Visiting a Suboxone clinic or doctor’s office for Suboxone treatment can feel overwhelming if you aren’t sure what the treatment involves or how to prepare. Learning what to expect during the treatment process may help if you are considering Suboxone treatment for opioid use disorder.
Find out what Suboxone is, how it works, and whether Suboxone treatment is right for you.
What is Suboxone?
Suboxone is an FDA-approved sublingual tablet or film used to treat opioid use disorder. Suboxone combines buprenorphine and naloxone to create a well-rounded approach to reducing opioid withdrawal symptoms while minimizing the risk of buprenorphine misuse.
On its own, buprenorphine is an opioid partial agonist. This means that it engages your opioid receptors to create a euphoric feeling, similar to full opioid agonists. Buprenorphine’s effects are much milder and are useful in helping people with opioid use disorder because they provide some relief from withdrawal symptoms.
Naloxone, the second ingredient in Suboxone, is an opioid antagonist. Naloxone’s properties counteract those of buprenorphine, allowing you to experience partial relief from nausea, pain, vomiting, and other opioid withdrawal symptoms without overusing.
How Does Suboxone Treatment Work?
Suboxone is used in medication-assisted treatment (MAT) for opioid use disorder. MAT is an evidence-based approach that treats opioid use with a combination of FDA-approved medications, behavioral therapy, and support groups to help those struggling with opioid use disorder obtain sobriety.
As part of MAT, Suboxone is often used to manage withdrawal symptoms and help you stay opioid-free so you can focus on other areas of an addiction recovery program. Suboxone treatment works by placing a tablet or film under your tongue or against your cheek.
As the Suboxone dissolves into your sublingual or buccal tissues, it releases the buprenorphine and naloxone into your bloodstream. This starts the chemical reaction with your opioid receptors, which allows you to experience relief from withdrawal symptoms so that you can engage with other forms of treatment like behavioral therapy and support groups.
According to the National Institute on Drug Abuse, Suboxone is an effective treatment for opioid use disorder when administered by an approved Suboxone clinic or doctor’s office.
What to Expect During Suboxone Treatment
When starting Suboxone treatment, there are several things you can expect to occur.
Before your first visit, you should reach out to a treatment center that uses Suboxone in a MAT approach like the Right Path Addiction Treatment Center in Richmond, Virginia.
Schedule an appointment to come in and talk to the staff, who can discuss Suboxone treatment with you. They can also assess your needs to ensure that Suboxone treatment is right for you.
If Suboxone is a good option, you can start your treatment early on in your withdrawal. At Right Path, our Suboxone doctors can start you on the appropriate dose, which helps you begin recovery with the best chance of success. For many people, the starting dose of Suboxone is around 16 mg per day.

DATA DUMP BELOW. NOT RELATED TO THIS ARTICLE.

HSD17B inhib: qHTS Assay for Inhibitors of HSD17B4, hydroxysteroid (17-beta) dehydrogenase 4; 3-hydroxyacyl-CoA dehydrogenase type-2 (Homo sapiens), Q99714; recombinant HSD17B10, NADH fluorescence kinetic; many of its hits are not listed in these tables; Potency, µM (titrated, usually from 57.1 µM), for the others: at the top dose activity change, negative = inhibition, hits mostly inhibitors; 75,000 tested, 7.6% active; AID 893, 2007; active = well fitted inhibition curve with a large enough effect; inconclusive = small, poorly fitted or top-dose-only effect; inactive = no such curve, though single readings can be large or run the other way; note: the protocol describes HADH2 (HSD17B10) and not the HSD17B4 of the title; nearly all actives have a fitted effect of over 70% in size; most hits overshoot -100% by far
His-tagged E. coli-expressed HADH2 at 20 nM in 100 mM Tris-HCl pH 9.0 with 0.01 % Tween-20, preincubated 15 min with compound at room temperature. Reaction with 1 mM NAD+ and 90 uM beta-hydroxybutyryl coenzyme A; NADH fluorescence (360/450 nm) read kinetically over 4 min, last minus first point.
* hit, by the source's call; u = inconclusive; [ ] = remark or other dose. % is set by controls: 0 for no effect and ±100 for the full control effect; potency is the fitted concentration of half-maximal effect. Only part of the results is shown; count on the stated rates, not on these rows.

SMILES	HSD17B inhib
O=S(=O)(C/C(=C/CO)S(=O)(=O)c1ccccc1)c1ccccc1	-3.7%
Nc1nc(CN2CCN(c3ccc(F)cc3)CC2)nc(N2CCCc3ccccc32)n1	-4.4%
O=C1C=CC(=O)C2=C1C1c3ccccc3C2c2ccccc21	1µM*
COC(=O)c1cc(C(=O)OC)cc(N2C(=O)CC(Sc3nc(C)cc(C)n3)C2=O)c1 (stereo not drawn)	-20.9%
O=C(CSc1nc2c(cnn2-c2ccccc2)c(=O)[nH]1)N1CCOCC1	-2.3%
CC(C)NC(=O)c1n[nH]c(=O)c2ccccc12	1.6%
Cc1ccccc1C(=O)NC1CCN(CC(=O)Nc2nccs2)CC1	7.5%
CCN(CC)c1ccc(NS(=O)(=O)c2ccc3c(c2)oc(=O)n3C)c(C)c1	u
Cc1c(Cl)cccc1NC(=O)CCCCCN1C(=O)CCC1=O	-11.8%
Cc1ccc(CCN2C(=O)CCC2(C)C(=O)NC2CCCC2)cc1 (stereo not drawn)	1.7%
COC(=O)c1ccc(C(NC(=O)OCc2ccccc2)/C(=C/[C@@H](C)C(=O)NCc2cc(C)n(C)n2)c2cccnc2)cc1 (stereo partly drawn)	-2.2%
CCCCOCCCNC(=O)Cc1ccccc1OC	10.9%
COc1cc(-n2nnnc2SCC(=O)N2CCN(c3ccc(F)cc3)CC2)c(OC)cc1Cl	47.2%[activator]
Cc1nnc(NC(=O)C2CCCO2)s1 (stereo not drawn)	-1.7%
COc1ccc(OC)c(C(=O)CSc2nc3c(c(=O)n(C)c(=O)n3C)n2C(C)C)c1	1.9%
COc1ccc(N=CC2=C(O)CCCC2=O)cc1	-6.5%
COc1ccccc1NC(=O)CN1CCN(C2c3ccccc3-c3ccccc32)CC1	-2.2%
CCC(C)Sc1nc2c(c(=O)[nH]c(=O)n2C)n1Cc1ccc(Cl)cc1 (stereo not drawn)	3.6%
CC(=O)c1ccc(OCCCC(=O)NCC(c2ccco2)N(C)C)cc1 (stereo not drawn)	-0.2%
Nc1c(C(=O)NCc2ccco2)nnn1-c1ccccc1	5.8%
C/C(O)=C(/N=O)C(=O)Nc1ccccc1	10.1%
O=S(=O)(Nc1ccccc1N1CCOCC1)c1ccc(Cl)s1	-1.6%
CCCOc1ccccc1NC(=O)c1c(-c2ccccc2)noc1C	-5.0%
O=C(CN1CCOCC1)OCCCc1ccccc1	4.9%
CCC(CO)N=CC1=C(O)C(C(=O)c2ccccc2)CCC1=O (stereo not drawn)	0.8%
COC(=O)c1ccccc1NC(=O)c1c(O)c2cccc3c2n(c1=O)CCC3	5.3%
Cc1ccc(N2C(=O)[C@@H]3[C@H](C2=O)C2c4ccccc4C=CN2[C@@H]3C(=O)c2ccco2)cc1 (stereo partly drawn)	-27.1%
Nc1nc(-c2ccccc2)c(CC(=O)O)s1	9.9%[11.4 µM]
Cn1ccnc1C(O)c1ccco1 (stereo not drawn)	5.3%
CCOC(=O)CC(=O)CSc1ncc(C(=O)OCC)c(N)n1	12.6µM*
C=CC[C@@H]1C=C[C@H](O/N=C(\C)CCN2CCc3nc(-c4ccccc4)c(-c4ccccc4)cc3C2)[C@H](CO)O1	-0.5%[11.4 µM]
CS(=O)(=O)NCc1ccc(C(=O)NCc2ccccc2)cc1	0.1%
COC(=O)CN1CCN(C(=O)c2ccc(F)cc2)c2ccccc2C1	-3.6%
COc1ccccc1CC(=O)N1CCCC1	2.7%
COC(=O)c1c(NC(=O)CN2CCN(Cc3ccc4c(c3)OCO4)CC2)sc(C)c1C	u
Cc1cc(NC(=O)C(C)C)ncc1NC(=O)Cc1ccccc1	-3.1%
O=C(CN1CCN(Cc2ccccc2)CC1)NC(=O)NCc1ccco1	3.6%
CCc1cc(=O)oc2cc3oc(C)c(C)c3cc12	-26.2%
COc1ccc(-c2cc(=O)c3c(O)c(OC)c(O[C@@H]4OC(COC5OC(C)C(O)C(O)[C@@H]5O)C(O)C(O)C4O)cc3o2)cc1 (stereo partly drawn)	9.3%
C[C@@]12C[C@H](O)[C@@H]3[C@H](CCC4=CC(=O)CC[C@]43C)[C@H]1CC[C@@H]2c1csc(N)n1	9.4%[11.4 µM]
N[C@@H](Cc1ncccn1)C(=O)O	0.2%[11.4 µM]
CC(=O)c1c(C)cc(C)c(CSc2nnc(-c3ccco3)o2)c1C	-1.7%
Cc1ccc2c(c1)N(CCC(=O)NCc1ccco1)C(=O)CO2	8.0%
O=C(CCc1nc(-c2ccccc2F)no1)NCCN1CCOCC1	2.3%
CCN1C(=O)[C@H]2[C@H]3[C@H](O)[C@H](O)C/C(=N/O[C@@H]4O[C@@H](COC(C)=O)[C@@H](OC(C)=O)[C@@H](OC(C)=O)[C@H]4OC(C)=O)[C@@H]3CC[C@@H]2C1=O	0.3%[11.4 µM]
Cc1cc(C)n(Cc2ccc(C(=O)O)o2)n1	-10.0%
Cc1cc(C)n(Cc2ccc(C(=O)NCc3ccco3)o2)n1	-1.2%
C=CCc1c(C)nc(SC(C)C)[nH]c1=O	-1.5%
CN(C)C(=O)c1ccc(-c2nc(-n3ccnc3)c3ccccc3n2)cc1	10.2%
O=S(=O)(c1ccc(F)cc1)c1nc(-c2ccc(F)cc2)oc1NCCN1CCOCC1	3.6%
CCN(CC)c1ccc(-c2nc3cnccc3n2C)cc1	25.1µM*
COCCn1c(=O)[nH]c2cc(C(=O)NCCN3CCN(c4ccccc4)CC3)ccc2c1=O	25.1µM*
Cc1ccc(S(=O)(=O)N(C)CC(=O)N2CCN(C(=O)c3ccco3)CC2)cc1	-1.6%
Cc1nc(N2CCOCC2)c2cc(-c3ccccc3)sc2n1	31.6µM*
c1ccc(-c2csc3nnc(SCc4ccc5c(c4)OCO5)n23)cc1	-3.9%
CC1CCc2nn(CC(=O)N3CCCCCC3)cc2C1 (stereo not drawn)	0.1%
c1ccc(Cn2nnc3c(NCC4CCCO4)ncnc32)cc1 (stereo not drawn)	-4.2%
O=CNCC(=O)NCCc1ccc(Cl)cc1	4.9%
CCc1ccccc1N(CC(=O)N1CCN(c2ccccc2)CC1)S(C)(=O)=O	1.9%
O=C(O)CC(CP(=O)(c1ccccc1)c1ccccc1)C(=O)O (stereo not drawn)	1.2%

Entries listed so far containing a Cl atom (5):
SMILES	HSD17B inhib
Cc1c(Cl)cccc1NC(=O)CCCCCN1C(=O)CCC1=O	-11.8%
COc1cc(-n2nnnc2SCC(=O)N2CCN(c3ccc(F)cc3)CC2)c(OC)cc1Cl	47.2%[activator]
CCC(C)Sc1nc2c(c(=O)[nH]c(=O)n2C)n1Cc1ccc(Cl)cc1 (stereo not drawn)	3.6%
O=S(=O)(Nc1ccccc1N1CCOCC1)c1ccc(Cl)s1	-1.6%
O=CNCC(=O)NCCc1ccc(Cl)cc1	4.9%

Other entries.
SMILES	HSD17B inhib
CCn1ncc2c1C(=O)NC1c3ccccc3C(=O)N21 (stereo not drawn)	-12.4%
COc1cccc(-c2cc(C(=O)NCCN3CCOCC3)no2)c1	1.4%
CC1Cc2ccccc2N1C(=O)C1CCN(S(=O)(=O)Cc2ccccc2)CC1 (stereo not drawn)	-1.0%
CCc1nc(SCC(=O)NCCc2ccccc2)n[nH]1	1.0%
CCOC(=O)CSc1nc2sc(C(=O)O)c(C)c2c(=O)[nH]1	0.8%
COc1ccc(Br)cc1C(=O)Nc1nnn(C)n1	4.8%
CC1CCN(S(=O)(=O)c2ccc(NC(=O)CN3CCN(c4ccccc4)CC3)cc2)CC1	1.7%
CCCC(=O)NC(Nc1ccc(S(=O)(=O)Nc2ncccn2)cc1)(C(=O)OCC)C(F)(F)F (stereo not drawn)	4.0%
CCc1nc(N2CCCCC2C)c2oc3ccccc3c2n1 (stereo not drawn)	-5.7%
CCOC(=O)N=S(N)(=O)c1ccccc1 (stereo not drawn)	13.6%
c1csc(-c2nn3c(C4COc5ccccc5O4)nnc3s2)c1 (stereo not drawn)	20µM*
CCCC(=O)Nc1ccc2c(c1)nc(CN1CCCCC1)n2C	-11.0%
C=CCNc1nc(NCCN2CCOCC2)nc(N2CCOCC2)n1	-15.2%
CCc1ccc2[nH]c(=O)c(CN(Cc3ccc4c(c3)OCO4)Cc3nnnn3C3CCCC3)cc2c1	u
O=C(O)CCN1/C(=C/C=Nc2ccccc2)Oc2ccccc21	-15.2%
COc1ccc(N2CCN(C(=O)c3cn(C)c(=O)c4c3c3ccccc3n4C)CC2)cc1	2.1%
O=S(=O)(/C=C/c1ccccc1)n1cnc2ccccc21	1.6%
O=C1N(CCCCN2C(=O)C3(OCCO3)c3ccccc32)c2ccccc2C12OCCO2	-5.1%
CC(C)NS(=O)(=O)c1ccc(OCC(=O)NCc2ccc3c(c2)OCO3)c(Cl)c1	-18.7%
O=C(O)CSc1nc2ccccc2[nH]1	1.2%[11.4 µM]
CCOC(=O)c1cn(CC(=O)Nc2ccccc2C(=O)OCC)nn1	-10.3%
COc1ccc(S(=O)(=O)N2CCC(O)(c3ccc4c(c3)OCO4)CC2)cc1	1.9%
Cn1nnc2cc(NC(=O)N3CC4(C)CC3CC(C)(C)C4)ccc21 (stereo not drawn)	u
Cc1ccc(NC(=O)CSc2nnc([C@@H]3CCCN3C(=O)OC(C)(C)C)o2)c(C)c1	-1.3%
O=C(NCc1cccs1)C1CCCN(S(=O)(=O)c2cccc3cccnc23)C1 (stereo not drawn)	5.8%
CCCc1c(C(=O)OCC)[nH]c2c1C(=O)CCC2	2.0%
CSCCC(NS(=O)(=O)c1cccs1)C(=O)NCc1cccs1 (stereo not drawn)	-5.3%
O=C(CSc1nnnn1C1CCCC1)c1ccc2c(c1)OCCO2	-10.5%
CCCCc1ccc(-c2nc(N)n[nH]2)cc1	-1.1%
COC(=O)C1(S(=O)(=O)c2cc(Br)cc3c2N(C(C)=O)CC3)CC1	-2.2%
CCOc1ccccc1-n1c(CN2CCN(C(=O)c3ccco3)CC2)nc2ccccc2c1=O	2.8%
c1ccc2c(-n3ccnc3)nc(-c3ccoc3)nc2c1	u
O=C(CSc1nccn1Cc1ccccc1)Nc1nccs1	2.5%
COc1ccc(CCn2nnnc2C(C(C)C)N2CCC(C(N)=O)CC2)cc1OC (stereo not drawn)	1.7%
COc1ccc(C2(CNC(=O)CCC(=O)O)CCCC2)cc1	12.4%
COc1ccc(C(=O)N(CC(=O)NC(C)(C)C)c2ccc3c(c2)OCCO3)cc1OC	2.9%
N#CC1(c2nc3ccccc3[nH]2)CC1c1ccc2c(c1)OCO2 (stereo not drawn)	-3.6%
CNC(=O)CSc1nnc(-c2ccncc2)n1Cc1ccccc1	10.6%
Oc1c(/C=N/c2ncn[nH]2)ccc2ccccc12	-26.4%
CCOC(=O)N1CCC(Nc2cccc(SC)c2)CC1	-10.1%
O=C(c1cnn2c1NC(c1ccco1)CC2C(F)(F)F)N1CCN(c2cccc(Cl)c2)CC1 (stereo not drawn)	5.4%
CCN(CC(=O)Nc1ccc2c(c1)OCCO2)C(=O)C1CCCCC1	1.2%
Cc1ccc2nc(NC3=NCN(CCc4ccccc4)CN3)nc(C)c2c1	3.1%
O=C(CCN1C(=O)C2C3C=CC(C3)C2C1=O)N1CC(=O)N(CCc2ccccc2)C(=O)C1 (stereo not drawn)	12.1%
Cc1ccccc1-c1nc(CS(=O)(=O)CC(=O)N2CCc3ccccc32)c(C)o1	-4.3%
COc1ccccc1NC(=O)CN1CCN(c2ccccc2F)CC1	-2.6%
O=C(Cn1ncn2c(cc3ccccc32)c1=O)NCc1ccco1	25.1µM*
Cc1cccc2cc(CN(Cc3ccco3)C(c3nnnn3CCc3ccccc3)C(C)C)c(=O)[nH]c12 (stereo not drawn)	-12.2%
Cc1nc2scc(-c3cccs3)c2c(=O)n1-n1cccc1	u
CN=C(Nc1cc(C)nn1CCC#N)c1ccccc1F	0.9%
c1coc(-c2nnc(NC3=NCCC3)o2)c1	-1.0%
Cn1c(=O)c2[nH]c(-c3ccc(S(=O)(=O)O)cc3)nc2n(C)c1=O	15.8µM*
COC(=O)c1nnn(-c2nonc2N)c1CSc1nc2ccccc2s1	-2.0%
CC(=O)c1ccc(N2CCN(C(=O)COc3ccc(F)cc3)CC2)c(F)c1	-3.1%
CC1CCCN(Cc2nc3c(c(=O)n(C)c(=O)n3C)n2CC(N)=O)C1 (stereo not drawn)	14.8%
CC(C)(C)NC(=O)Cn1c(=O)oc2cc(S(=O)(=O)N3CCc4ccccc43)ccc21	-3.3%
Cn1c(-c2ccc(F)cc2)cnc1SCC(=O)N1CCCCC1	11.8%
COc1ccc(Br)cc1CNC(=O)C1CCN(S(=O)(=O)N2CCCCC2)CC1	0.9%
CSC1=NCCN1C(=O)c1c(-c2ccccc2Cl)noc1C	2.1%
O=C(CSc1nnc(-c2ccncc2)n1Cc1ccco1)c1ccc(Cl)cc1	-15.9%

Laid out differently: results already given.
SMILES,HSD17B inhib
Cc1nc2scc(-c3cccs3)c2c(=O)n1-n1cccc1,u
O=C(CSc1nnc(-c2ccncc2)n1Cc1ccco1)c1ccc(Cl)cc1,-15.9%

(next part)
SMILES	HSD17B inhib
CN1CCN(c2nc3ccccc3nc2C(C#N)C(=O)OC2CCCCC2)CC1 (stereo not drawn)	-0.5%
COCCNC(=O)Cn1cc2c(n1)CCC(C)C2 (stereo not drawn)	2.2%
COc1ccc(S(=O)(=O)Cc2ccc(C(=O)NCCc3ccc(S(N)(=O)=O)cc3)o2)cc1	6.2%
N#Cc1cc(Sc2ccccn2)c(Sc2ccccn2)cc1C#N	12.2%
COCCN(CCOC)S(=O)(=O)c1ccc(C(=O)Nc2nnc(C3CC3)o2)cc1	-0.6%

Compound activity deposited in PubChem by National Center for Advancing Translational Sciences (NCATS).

As part of your Suboxone treatment, you participate in a counseling program at the treatment center. You may see a counselor one-on-one and engage in therapy in a group setting. You can also partake in support group meetings as part of your MAT.
Your doctor will slowly lower your Suboxone dosage as you continue your recovery program. This helps you wean off gradually, increasing your chances of long-term sobriety. Although the goal is to eventually stop using Suboxone, many people engage in Suboxone treatment for years as a way to maintain an opioid-free life.
Do You Have to be Sober to Take Suboxone?
It is essential to understand what happens if you undergo Suboxone treatment while high on opioids. This can happen if you come in for your first treatment after taking opioids or if you relapse during your recovery treatment.
You must be in a semi-withdrawn state to avoid an adverse reaction between the opioids in your system and the Suboxone. You must inform your Suboxone doctor if you have used opioids recently so they can determine the best course of action.
If you take Suboxone when opioids are still active in your system, you will experience precipitated withdrawal. Naloxone immediately blocks opioids from reaching your opioid receptors, causing you to suffer cramping, sweating, nausea, diarrhea, and other aches and pains.
Although withdrawal from opioids is not typically life-threatening, it can be uncomfortable and cause you to seek relief by using again.
Benefits of MAT with Suboxone
Using Suboxone as part of your MAT treatment is beneficial in many ways. Suboxone treatment carries a lower risk of dependency than other medications like methadone. Suboxone’s tablet and film forms make it convenient and easy to use.
As part of a well-rounded MAT approach, Suboxone can help you treat addiction to opioids like codeine, morphine, opium, heroin, oxycodone/oxycontin, and hydrocodone/Vicodin. It can also:
- Improve your chances of survival
- Increase your chances of sticking with a treatment program
- Decrease your involvement with illegal opioids
- Increase your ability to gain and maintain a job
- Help you retain sobriety long-term
- Give you the freedom to engage with treatment without dealing with horrendous withdrawal symptoms
Is Suboxone Treatment Right for You?
The best way to figure out if Suboxone treatment is right for you is to speak with a Suboxone doctor near you. Talking with a MAT treatment center can help you obtain more information about the medication and therapeutic approaches. This can help you decide whether Suboxone or some other type of medication is appropriate for helping you overcome your use disorder.
Native of Moldova, Dr. Zhitar is Board Certified in Addiction Medicine as well as Internal Medicine and completed his training at UPMC Shadyside, Pittsburgh, PA in 2000.